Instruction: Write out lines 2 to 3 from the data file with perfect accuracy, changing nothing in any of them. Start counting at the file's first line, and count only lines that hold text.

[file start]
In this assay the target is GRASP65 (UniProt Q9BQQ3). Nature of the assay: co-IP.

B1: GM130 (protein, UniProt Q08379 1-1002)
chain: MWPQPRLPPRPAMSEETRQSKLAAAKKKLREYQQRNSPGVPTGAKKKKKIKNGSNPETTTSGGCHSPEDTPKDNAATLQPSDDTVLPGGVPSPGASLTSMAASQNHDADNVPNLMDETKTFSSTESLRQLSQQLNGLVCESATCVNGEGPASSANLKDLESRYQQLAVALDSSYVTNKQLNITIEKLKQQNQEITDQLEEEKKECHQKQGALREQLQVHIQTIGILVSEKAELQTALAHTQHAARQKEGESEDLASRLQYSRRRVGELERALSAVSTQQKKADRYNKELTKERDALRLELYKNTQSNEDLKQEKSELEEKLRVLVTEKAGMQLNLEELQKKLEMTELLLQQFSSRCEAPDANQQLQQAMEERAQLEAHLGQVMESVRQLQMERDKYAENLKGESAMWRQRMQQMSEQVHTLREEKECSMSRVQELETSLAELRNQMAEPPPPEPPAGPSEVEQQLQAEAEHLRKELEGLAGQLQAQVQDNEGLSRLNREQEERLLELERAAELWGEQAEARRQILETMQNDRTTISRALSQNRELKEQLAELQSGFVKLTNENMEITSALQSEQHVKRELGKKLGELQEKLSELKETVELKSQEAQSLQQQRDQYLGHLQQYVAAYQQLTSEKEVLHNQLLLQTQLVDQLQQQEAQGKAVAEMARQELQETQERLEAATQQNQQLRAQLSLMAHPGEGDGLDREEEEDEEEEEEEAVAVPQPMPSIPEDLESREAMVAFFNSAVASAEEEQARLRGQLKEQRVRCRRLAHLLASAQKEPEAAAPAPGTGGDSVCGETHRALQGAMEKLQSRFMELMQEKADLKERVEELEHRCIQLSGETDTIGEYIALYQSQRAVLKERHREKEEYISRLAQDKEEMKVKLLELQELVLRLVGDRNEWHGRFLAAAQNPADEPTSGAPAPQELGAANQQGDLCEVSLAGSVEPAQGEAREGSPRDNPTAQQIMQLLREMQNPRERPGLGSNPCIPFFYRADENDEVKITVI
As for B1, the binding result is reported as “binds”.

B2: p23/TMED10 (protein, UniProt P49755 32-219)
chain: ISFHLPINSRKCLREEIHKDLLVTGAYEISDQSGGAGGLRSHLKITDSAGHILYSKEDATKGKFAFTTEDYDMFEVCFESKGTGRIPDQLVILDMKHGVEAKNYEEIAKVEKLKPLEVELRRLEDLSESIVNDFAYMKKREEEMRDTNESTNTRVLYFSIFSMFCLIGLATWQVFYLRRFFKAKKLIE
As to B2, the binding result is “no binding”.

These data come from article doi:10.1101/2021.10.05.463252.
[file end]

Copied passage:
B1: GM130 (protein, UniProt Q08379 1-1002)
chain: MWPQPRLPPRPAMSEETRQSKLAAAKKKLREYQQRNSPGVPTGAKKKKKIKNGSNPETTTSGGCHSPEDTPKDNAATLQPSDDTVLPGGVPSPGASLTSMAASQNHDADNVPNLMDETKTFSSTESLRQLSQQLNGLVCESATCVNGEGPASSANLKDLESRYQQLAVALDSSYVTNKQLNITIEKLKQQNQEITDQLEEEKKECHQKQGALREQLQVHIQTIGILVSEKAELQTALAHTQHAARQKEGESEDLASRLQYSRRRVGELERALSAVSTQQKKADRYNKELTKERDALRLELYKNTQSNEDLKQEKSELEEKLRVLVTEKAGMQLNLEELQKKLEMTELLLQQFSSRCEAPDANQQLQQAMEERAQLEAHLGQVMESVRQLQMERDKYAENLKGESAMWRQRMQQMSEQVHTLREEKECSMSRVQELETSLAELRNQMAEPPPPEPPAGPSEVEQQLQAEAEHLRKELEGLAGQLQAQVQDNEGLSRLNREQEERLLELERAAELWGEQAEARRQILETMQNDRTTISRALSQNRELKEQLAELQSGFVKLTNENMEITSALQSEQHVKRELGKKLGELQEKLSELKETVELKSQEAQSLQQQRDQYLGHLQQYVAAYQQLTSEKEVLHNQLLLQTQLVDQLQQQEAQGKAVAEMARQELQETQERLEAATQQNQQLRAQLSLMAHPGEGDGLDREEEEDEEEEEEEAVAVPQPMPSIPEDLESREAMVAFFNSAVASAEEEQARLRGQLKEQRVRCRRLAHLLASAQKEPEAAAPAPGTGGDSVCGETHRALQGAMEKLQSRFMELMQEKADLKERVEELEHRCIQLSGETDTIGEYIALYQSQRAVLKERHREKEEYISRLAQDKEEMKVKLLELQELVLRLVGDRNEWHGRFLAAAQNPADEPTSGAPAPQELGAANQQGDLCEVSLAGSVEPAQGEAREGSPRDNPTAQQIMQLLREMQNPRERPGLGSNPCIPFFYRADENDEVKITVI